If you have some experience in machine learning and have evaluated the results of some classifications, you have certainly used metrics such as accuracy, precision or f1-score. However, there are also other, less popular metrics that are worth using. One of them is cohen’s kappa. Today I want to bring you closer to this metric, convince you to use it and show you how to do it easily in Python.
Cohen’s kappa is defined as the degree of compliance of two measurements of the same variable under different conditions. The same variable can be measured by two different raters or one rater can measure twice and it is determined for dependent categorical variables. The coefficient is expressed by the following formula, where pₒ means in this case relative observed agreement among raters and pₑ means hypothetical (expected) agreement. The value of the coefficient is less than or equal to 1. Value 1 is interpreted as full agreement.
Cohen’s kappa in machine learning
In machine learning, this measure basically tells us how much better the tested classifier is compared to the classifier that simply guesses randomly according to the frequency of each class. Accuracy is a popular and very intuitive metric used to check classification performance, but it does not work with unbalanced datasets. Cohen’s kappa, on the other hand, handles with this kind of datasets. It can say that it is a normalized measure of accuracy and it allows the model to predict the minority class even when the predicted probability of that class is not the highest.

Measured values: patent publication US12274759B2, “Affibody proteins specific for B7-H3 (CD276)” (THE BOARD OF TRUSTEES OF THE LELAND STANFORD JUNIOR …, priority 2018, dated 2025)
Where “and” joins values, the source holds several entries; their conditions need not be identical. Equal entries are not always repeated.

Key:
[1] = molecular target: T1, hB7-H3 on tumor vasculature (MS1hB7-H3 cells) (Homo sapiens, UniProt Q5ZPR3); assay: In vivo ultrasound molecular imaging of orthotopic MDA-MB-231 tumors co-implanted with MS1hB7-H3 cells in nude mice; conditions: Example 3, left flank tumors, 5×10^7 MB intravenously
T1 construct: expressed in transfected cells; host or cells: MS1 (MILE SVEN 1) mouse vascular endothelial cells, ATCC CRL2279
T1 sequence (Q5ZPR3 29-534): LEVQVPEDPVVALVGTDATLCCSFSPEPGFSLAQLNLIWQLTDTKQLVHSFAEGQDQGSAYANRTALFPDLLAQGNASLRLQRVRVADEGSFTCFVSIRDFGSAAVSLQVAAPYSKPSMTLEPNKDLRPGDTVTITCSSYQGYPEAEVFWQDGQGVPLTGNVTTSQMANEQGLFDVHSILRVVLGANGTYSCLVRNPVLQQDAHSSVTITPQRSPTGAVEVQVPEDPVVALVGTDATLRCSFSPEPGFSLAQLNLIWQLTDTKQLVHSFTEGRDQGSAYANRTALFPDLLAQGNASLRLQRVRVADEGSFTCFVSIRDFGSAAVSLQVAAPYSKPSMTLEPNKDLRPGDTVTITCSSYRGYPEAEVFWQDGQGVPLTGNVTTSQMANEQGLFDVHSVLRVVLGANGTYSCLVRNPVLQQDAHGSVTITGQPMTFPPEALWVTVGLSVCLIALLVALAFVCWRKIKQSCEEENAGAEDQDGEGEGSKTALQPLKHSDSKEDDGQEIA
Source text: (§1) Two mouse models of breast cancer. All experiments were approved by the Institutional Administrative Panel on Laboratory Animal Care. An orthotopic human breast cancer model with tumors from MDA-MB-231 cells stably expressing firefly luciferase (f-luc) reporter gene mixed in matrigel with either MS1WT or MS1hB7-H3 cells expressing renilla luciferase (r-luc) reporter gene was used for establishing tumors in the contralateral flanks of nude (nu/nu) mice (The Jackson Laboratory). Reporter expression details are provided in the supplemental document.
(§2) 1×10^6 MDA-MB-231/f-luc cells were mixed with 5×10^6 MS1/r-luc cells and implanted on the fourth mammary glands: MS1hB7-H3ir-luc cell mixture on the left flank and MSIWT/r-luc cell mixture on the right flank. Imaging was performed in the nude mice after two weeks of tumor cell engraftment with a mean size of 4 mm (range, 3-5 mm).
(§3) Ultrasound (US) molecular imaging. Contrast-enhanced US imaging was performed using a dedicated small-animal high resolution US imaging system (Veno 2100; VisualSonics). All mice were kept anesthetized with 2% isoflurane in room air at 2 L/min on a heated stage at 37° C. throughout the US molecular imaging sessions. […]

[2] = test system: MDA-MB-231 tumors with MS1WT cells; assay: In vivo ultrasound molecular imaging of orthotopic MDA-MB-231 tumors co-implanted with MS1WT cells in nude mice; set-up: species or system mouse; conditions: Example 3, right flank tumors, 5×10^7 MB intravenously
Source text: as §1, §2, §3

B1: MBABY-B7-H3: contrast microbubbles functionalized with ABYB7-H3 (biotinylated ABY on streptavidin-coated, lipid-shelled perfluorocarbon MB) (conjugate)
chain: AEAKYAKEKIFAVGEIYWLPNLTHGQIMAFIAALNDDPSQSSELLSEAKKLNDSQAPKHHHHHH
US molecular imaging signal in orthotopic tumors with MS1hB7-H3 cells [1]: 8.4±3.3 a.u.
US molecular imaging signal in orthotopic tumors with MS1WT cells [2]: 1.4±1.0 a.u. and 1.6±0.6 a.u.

Example in Python
If you want to use this metric in Python, you can do that with the sklearn library. Just import the following method:
from sklearn.metrics import cohen_kappa_score
Let me skip the implementation of the classification algorithm and move on to the assessment of the classification using the metric discussed today. You can find a sample implementation of the classifier in my article about Naive Bayes Classifier, which I published some time ago on Medium.
Let’s suppose that you want to use the metric to check Naive Bayes Classifier. You need an array with test class labels and an array with predictions.
I wanted to introduce you to cohen’s kappa metric. Of course, I don’t diminish the importance of accuracy, but it’s always worth confronting the results with different metrics. In the case of cohen’s kappa, especially for the unbalanced datasets, what I mentioned earlier.
- Rosario Delgado; Xavier-Andoni Tibau; Quanquan Gu, Why Cohen’s Kappa should be avoided as performance measure in classification, PLoS One, 2019